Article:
I have been pretty disappointed by the level of input so far (but I accept that you do get out what you put in) The few people who have participated appear to invest a great deal in maintaining antagonistic relationships between authorities and communities. The ‘government bad’ ‘community good’ model just doesn’t do cut ice – its all a bit of a mixed bag if we are honest. Most of the time this view appears to be driven by members/officers/communities protecting their thiefdoms. Let’s move on.

The on line forum moderator should be in place next week and I am particularly pleased that our first choice person has agreed.

As this is an innovations project we should aspire for something better, although I fully accept it will be a bumpy ride and this post will not help but hey, it's an innovations project and about time I used this blog to say what I think.
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I tried to comment

Stephen - you refer to 'much misinformation' in my blog post. Could you please specify so that I can correct if necessary?
It would be helpful if you could give the URL for documents you mention.
The amount spent on technology may be small - but £395,000 is a lot of money whatever it is spent on.
The other issues are difficult to address here, because most readers will not have access to the advisory group forum.
The key issue I raised in my posting was whether councils can host community campaigns. They can do many things well - and often do. I don't think that hosting potential opposition is one of them. I may be wrong - but believe it is a fair point to raise. Unfortunately all the main development decisions were made before the advisory group was appointed, which does lead to some frustration when no rationale for project design is offered. I would welcome your views on that main issue here, on my blog, or in the advisory group forum.

It appears the comments section on the Read My Day blog site is still out of action. It was suspended due to a massive spam attack but will hopefully be reinstated sometime soon.

David’s main challenge to the project is

‘[can] councils host community campaigns. They can do many things well - and often do. I don't think that hosting potential opposition is one of them’.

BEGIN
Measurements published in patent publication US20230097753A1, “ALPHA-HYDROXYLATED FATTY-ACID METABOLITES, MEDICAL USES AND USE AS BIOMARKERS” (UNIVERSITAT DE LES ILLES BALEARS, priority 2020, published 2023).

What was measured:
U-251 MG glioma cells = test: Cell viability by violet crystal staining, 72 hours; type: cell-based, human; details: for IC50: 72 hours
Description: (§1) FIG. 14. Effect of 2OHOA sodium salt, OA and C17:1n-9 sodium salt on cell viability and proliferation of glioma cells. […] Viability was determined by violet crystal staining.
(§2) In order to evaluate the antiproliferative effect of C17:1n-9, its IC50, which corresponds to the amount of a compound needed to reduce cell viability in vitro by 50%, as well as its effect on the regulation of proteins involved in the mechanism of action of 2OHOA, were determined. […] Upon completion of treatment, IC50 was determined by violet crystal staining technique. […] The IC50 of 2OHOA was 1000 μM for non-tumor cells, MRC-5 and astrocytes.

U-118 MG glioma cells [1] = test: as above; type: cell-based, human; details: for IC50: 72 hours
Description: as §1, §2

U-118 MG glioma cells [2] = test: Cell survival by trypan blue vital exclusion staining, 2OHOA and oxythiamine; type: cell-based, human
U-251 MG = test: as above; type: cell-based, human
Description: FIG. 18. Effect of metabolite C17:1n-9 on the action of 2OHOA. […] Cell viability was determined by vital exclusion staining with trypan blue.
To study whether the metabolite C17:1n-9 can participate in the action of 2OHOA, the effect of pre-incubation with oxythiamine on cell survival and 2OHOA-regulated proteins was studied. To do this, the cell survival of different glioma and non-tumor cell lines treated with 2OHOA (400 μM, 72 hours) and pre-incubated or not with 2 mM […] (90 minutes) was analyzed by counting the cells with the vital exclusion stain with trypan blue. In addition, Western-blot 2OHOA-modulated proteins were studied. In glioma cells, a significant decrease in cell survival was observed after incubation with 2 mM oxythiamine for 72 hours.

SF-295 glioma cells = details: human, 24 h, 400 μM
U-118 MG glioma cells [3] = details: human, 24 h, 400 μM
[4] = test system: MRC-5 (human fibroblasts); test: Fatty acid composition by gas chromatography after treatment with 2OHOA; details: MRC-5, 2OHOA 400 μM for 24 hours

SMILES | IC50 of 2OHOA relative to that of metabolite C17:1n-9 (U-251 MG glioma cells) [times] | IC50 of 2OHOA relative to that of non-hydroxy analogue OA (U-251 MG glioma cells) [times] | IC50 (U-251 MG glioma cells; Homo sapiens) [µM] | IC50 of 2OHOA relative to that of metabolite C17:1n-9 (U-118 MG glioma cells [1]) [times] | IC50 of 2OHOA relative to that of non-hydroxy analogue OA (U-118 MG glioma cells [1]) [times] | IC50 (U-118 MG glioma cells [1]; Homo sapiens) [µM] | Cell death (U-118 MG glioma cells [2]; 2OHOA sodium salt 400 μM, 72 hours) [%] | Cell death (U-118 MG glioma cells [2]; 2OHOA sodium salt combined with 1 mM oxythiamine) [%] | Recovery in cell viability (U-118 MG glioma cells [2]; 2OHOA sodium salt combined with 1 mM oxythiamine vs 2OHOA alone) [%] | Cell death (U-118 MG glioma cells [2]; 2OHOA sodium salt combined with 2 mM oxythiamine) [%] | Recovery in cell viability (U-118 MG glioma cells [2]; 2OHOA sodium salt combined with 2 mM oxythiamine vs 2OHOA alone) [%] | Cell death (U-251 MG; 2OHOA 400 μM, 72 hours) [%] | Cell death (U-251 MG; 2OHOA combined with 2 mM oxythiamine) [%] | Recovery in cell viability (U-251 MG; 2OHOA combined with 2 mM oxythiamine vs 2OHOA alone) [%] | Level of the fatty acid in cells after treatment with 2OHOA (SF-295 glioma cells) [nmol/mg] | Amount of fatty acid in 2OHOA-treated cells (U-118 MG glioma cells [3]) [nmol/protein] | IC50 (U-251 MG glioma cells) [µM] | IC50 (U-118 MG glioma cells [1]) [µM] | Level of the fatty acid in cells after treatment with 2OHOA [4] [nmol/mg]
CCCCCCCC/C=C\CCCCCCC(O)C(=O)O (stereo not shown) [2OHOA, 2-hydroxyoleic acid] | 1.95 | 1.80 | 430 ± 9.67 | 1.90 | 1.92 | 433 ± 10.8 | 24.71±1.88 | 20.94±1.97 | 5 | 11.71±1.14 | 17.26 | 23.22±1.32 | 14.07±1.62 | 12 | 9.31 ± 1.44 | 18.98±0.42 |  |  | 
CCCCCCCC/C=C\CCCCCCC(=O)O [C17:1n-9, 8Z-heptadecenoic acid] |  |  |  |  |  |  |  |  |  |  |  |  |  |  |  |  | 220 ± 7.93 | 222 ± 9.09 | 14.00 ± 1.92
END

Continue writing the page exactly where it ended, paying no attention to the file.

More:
This is a very good question. Two things occur in response – (1) go to any council meeting and you will see that council’s frequently play host to opposition. In fact council’s are one of the only organisations I can think of that have opposition built into their management structure. Were else would you routinely see ‘board members’ (i.e. councillors) publicly disagreeing with each other after every board meeting?

(2) I do not yet know whether councils generally can or should play host to campaigns. However, council’s arguably, do have a role to play in developing spaces where debate amongst equals can take place, such as Athenian market places, community centres, council chambers or on line forums. The approach we are following in Bristol with things like askbristol.com is to develop these spaces but then to find ways to hand over greater control to communities. For example, we are training up a group of citizen moderators to offer impartial facilitation of discussions; we are providing more simple-to-use ‘ground up’ tools like epetitions. These things are starting to have impact but change is needed on all sides.

The future hosting of the campaigns project has not yet been decided. We have a work stream looking at sustainability and this is really where we wanted the advisory group to give us the benefit of their experience and creativity.

Must get to work now, hope this is helpful

Stephen